Page Count: 190

Publisher: Blurred Lines Press

Review Posted Online: Jan. 9, 2019

Kirkus Reviews Issue: March 1, 2019

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Kin “[find] each other’s lives inscrutable” in this rich, sharp story about the way identity is formed.

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Inseparable identical twin sisters ditch home together, and then one decides to vanish.

The talented Bennett fuels her fiction with secrets—first in her lauded debut, The Mothers (2016), and now in the assured and magnetic story of the Vignes sisters, light-skinned women parked on opposite sides of the color line. Desiree, the “fidgety twin,” and Stella, “a smart, careful girl,” make their break from stultifying rural Mallard, Louisiana, becoming 16-year-old runaways in 1954 New Orleans. The novel opens 14 years later as Desiree, fleeing a violent marriage in D.C., returns home with a different relative: her 8-year-old daughter, Jude. The gossips are agog: “In Mallard, nobody married dark....Marrying a dark man and dragging his blueblack child all over town was one step too far.” Desiree's decision seals Jude’s misery in this “colorstruck” place and propels a new generation of flight: Jude escapes on a track scholarship to UCLA. Tending bar as a side job in Beverly Hills, she catches a glimpse of her mother’s doppelgänger. Stella, ensconced in white society, is shedding her fur coat. Jude, so black that strangers routinely stare, is unrecognizable to her aunt. All this is expertly paced, unfurling before the book is half finished; a reader can guess what is coming. Bennett is deeply engaged in the unknowability of other people and the scourge of colorism. The scene in which Stella adopts her white persona is a tour de force of doubling and confusion. It calls up Toni Morrison’s The Bluest Eye, the book's 50-year-old antecedent. Bennett's novel plays with its characters' nagging feelings of being incomplete—for the twins without each other; for Jude’s boyfriend, Reese, who is trans and seeks surgery; for their friend Barry, who performs in drag as Bianca. Bennett keeps all these plot threads thrumming and her social commentary crisp. In the second half, Jude spars with her cousin Kennedy, Stella's daughter, a spoiled actress.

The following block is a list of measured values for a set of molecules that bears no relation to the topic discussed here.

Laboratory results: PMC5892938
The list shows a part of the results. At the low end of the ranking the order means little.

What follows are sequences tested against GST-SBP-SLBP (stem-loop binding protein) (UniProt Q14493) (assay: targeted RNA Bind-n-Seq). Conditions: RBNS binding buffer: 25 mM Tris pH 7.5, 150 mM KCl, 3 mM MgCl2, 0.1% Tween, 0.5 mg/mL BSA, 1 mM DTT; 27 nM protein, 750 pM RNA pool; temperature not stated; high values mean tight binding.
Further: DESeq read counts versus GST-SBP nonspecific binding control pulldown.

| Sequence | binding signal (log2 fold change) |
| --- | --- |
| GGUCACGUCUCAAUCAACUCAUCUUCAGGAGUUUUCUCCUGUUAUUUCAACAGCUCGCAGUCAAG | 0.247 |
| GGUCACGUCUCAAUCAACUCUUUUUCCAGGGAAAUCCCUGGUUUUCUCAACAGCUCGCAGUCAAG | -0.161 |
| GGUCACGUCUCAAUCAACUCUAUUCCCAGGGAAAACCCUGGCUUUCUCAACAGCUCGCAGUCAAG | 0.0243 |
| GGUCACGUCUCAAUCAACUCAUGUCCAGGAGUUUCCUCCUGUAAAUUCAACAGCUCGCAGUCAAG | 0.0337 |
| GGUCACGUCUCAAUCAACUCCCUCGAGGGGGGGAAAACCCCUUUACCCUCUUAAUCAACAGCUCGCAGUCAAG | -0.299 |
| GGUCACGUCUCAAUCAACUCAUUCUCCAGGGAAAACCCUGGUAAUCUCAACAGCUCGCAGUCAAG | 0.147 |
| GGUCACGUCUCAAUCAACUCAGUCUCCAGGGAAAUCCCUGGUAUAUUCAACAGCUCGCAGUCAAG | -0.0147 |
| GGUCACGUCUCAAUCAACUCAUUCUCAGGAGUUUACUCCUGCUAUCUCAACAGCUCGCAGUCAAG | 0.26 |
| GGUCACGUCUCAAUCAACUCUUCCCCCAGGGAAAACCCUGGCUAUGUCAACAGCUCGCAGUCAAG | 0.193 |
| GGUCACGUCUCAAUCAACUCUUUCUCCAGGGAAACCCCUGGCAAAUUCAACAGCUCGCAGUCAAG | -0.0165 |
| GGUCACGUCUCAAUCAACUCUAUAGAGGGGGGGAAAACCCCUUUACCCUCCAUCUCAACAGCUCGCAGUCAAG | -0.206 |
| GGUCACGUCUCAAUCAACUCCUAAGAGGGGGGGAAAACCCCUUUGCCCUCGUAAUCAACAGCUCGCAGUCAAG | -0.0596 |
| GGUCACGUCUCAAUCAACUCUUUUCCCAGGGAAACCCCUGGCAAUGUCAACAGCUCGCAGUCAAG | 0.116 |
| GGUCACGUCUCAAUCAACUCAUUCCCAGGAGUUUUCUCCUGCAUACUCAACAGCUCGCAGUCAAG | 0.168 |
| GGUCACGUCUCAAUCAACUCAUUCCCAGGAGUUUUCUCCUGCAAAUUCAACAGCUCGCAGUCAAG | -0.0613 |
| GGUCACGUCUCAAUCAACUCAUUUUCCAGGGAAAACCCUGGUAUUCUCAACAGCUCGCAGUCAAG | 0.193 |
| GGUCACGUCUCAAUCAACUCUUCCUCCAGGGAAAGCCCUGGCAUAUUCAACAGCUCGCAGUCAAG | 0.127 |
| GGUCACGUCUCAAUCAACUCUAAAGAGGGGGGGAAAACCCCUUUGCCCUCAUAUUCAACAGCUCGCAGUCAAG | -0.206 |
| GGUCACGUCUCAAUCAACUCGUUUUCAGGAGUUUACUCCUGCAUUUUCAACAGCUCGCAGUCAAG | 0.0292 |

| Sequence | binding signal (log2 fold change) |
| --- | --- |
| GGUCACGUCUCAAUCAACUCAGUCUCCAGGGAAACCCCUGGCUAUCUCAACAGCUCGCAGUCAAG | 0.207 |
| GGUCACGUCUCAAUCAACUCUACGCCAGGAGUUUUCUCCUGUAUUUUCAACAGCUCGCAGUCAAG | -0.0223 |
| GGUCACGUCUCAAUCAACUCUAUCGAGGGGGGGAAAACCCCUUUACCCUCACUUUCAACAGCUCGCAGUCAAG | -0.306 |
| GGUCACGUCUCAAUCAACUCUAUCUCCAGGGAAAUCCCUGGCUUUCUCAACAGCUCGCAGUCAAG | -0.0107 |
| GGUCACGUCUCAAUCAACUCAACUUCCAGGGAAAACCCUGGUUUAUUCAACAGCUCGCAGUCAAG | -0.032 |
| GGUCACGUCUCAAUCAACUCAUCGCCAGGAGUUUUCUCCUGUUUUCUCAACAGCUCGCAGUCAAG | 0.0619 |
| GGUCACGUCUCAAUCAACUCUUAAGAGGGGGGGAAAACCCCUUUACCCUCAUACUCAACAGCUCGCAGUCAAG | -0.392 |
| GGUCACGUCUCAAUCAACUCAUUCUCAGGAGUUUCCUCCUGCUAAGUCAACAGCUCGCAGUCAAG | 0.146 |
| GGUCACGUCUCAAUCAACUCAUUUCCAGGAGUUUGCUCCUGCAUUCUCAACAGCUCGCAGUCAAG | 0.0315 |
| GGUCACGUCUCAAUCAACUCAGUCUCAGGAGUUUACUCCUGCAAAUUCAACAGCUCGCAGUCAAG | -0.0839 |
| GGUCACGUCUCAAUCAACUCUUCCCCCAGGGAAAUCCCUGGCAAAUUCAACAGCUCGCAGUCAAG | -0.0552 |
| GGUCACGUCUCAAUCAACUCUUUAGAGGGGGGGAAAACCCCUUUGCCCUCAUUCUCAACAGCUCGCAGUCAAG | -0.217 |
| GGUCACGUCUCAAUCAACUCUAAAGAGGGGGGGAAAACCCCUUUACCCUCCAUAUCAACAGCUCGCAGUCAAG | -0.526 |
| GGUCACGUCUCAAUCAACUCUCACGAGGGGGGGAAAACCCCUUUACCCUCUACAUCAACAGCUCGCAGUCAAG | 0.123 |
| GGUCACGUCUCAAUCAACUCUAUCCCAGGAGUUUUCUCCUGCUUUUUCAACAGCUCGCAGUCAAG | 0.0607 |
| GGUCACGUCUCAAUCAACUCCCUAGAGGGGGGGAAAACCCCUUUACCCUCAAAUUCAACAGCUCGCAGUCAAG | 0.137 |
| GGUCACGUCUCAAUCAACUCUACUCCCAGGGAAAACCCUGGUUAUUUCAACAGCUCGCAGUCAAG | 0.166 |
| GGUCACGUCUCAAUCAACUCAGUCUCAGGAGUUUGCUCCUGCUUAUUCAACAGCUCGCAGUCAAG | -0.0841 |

Kin “[find] each other’s lives inscrutable” in this rich, sharp story about the way identity is formed.